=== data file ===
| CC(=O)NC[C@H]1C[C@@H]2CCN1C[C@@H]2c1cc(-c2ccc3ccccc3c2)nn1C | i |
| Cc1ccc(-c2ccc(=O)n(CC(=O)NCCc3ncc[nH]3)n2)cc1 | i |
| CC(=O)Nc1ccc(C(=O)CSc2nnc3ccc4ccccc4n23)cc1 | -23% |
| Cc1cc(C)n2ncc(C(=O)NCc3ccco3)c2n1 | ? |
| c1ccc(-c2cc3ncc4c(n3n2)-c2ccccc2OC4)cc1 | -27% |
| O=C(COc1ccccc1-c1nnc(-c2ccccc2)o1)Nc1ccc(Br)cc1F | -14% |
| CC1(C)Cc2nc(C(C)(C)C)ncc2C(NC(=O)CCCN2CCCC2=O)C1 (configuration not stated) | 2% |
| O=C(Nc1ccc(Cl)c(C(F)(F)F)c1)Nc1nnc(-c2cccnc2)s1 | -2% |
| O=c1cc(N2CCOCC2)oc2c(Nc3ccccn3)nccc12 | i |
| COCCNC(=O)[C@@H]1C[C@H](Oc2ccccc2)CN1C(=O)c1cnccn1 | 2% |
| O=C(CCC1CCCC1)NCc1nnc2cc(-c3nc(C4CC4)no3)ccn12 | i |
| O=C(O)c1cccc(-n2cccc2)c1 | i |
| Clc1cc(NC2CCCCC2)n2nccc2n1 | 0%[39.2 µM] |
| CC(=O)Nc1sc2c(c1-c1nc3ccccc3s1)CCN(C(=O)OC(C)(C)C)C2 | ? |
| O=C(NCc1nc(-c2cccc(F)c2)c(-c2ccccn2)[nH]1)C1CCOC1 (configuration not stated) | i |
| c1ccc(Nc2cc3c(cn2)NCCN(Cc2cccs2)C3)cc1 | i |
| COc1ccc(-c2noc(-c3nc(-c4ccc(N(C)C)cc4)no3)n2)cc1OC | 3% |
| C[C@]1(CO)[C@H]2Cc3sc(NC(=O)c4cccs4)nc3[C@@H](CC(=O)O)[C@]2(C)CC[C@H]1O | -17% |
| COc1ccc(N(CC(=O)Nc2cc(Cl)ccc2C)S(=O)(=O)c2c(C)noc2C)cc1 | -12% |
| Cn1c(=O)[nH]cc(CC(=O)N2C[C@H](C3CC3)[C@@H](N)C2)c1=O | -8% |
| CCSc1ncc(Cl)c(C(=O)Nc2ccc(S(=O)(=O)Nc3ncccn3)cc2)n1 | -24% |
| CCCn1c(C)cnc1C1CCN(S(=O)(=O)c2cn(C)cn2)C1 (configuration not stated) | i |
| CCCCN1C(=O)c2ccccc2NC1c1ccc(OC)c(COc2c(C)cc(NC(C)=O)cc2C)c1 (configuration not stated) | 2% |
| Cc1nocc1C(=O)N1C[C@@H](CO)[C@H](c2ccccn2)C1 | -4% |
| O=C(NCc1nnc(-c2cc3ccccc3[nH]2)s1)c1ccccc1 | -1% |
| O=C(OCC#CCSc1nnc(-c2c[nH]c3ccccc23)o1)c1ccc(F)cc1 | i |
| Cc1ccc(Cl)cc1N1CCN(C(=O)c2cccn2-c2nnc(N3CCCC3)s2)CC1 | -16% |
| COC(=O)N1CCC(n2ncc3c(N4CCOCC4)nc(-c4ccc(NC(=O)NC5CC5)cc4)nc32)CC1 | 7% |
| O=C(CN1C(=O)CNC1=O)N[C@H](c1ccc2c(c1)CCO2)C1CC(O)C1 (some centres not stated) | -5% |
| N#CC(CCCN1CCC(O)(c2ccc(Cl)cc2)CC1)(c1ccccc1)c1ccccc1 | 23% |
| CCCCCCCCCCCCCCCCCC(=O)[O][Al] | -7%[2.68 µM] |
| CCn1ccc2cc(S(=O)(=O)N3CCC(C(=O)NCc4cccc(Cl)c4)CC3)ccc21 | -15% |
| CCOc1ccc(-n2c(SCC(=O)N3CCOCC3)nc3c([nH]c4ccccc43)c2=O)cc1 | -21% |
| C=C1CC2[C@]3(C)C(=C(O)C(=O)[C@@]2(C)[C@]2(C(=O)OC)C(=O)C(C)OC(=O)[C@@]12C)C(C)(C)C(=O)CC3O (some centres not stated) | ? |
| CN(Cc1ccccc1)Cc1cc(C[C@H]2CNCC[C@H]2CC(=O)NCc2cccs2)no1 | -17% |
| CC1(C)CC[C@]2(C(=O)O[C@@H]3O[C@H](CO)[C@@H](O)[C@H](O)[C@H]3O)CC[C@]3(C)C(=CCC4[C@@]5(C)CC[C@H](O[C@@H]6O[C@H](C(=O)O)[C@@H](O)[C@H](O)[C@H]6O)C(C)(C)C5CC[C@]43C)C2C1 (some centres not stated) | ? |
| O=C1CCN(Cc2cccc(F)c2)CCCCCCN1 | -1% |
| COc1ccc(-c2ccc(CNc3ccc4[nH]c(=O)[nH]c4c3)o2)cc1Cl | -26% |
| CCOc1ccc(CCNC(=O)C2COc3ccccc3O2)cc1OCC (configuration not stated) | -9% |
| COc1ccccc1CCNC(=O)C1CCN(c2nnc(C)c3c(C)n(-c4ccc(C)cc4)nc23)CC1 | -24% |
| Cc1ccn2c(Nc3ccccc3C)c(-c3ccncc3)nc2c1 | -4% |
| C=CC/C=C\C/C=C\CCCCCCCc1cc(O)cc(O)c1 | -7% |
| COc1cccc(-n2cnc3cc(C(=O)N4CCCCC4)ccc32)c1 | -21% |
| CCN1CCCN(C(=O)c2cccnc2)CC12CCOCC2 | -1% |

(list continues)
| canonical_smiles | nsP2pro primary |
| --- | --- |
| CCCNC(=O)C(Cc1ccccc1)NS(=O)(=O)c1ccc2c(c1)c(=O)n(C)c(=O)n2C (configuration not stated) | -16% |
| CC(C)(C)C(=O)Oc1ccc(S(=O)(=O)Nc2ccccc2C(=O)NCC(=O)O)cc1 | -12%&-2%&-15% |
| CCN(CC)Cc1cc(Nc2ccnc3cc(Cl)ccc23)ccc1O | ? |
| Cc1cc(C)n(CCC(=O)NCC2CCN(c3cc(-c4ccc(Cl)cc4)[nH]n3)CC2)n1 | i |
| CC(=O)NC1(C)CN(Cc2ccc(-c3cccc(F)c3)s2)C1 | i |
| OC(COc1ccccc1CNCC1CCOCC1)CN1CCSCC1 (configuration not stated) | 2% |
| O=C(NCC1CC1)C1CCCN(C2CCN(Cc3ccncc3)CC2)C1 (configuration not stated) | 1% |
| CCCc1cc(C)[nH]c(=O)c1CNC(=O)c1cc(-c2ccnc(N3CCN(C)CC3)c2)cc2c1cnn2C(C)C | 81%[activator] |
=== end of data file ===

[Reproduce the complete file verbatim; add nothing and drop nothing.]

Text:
| CC(=O)NC[C@H]1C[C@@H]2CCN1C[C@@H]2c1cc(-c2ccc3ccccc3c2)nn1C | i |
| Cc1ccc(-c2ccc(=O)n(CC(=O)NCCc3ncc[nH]3)n2)cc1 | i |
| CC(=O)Nc1ccc(C(=O)CSc2nnc3ccc4ccccc4n23)cc1 | -23% |
| Cc1cc(C)n2ncc(C(=O)NCc3ccco3)c2n1 | ? |
| c1ccc(-c2cc3ncc4c(n3n2)-c2ccccc2OC4)cc1 | -27% |
| O=C(COc1ccccc1-c1nnc(-c2ccccc2)o1)Nc1ccc(Br)cc1F | -14% |
| CC1(C)Cc2nc(C(C)(C)C)ncc2C(NC(=O)CCCN2CCCC2=O)C1 (configuration not stated) | 2% |
| O=C(Nc1ccc(Cl)c(C(F)(F)F)c1)Nc1nnc(-c2cccnc2)s1 | -2% |
| O=c1cc(N2CCOCC2)oc2c(Nc3ccccn3)nccc12 | i |
| COCCNC(=O)[C@@H]1C[C@H](Oc2ccccc2)CN1C(=O)c1cnccn1 | 2% |
| O=C(CCC1CCCC1)NCc1nnc2cc(-c3nc(C4CC4)no3)ccn12 | i |
| O=C(O)c1cccc(-n2cccc2)c1 | i |
| Clc1cc(NC2CCCCC2)n2nccc2n1 | 0%[39.2 µM] |
| CC(=O)Nc1sc2c(c1-c1nc3ccccc3s1)CCN(C(=O)OC(C)(C)C)C2 | ? |
| O=C(NCc1nc(-c2cccc(F)c2)c(-c2ccccn2)[nH]1)C1CCOC1 (configuration not stated) | i |
| c1ccc(Nc2cc3c(cn2)NCCN(Cc2cccs2)C3)cc1 | i |
| COc1ccc(-c2noc(-c3nc(-c4ccc(N(C)C)cc4)no3)n2)cc1OC | 3% |
| C[C@]1(CO)[C@H]2Cc3sc(NC(=O)c4cccs4)nc3[C@@H](CC(=O)O)[C@]2(C)CC[C@H]1O | -17% |
| COc1ccc(N(CC(=O)Nc2cc(Cl)ccc2C)S(=O)(=O)c2c(C)noc2C)cc1 | -12% |
| Cn1c(=O)[nH]cc(CC(=O)N2C[C@H](C3CC3)[C@@H](N)C2)c1=O | -8% |
| CCSc1ncc(Cl)c(C(=O)Nc2ccc(S(=O)(=O)Nc3ncccn3)cc2)n1 | -24% |
| CCCn1c(C)cnc1C1CCN(S(=O)(=O)c2cn(C)cn2)C1 (configuration not stated) | i |
| CCCCN1C(=O)c2ccccc2NC1c1ccc(OC)c(COc2c(C)cc(NC(C)=O)cc2C)c1 (configuration not stated) | 2% |
| Cc1nocc1C(=O)N1C[C@@H](CO)[C@H](c2ccccn2)C1 | -4% |
| O=C(NCc1nnc(-c2cc3ccccc3[nH]2)s1)c1ccccc1 | -1% |
| O=C(OCC#CCSc1nnc(-c2c[nH]c3ccccc23)o1)c1ccc(F)cc1 | i |
| Cc1ccc(Cl)cc1N1CCN(C(=O)c2cccn2-c2nnc(N3CCCC3)s2)CC1 | -16% |
| COC(=O)N1CCC(n2ncc3c(N4CCOCC4)nc(-c4ccc(NC(=O)NC5CC5)cc4)nc32)CC1 | 7% |
| O=C(CN1C(=O)CNC1=O)N[C@H](c1ccc2c(c1)CCO2)C1CC(O)C1 (some centres not stated) | -5% |
| N#CC(CCCN1CCC(O)(c2ccc(Cl)cc2)CC1)(c1ccccc1)c1ccccc1 | 23% |
| CCCCCCCCCCCCCCCCCC(=O)[O][Al] | -7%[2.68 µM] |
| CCn1ccc2cc(S(=O)(=O)N3CCC(C(=O)NCc4cccc(Cl)c4)CC3)ccc21 | -15% |
| CCOc1ccc(-n2c(SCC(=O)N3CCOCC3)nc3c([nH]c4ccccc43)c2=O)cc1 | -21% |
| C=C1CC2[C@]3(C)C(=C(O)C(=O)[C@@]2(C)[C@]2(C(=O)OC)C(=O)C(C)OC(=O)[C@@]12C)C(C)(C)C(=O)CC3O (some centres not stated) | ? |
| CN(Cc1ccccc1)Cc1cc(C[C@H]2CNCC[C@H]2CC(=O)NCc2cccs2)no1 | -17% |
| CC1(C)CC[C@]2(C(=O)O[C@@H]3O[C@H](CO)[C@@H](O)[C@H](O)[C@H]3O)CC[C@]3(C)C(=CCC4[C@@]5(C)CC[C@H](O[C@@H]6O[C@H](C(=O)O)[C@@H](O)[C@H](O)[C@H]6O)C(C)(C)C5CC[C@]43C)C2C1 (some centres not stated) | ? |
| O=C1CCN(Cc2cccc(F)c2)CCCCCCN1 | -1% |
| COc1ccc(-c2ccc(CNc3ccc4[nH]c(=O)[nH]c4c3)o2)cc1Cl | -26% |
| CCOc1ccc(CCNC(=O)C2COc3ccccc3O2)cc1OCC (configuration not stated) | -9% |
| COc1ccccc1CCNC(=O)C1CCN(c2nnc(C)c3c(C)n(-c4ccc(C)cc4)nc23)CC1 | -24% |
| Cc1ccn2c(Nc3ccccc3C)c(-c3ccncc3)nc2c1 | -4% |
| C=CC/C=C\C/C=C\CCCCCCCc1cc(O)cc(O)c1 | -7% |
| COc1cccc(-n2cnc3cc(C(=O)N4CCCCC4)ccc32)c1 | -21% |
| CCN1CCCN(C(=O)c2cccnc2)CC12CCOCC2 | -1% |

(list continues)
| canonical_smiles | nsP2pro primary |
| --- | --- |
| CCCNC(=O)C(Cc1ccccc1)NS(=O)(=O)c1ccc2c(c1)c(=O)n(C)c(=O)n2C (configuration not stated) | -16% |
| CC(C)(C)C(=O)Oc1ccc(S(=O)(=O)Nc2ccccc2C(=O)NCC(=O)O)cc1 | -12%&-2%&-15% |
| CCN(CC)Cc1cc(Nc2ccnc3cc(Cl)ccc23)ccc1O | ? |
| Cc1cc(C)n(CCC(=O)NCC2CCN(c3cc(-c4ccc(Cl)cc4)[nH]n3)CC2)n1 | i |
| CC(=O)NC1(C)CN(Cc2ccc(-c3cccc(F)c3)s2)C1 | i |
| OC(COc1ccccc1CNCC1CCOCC1)CN1CCSCC1 (configuration not stated) | 2% |
| O=C(NCC1CC1)C1CCCN(C2CCN(Cc3ccncc3)CC2)C1 (configuration not stated) | 1% |
| CCCc1cc(C)[nH]c(=O)c1CNC(=O)c1cc(-c2ccnc(N3CCN(C)CC3)c2)cc2c1cnn2C(C)C | 81%[activator] |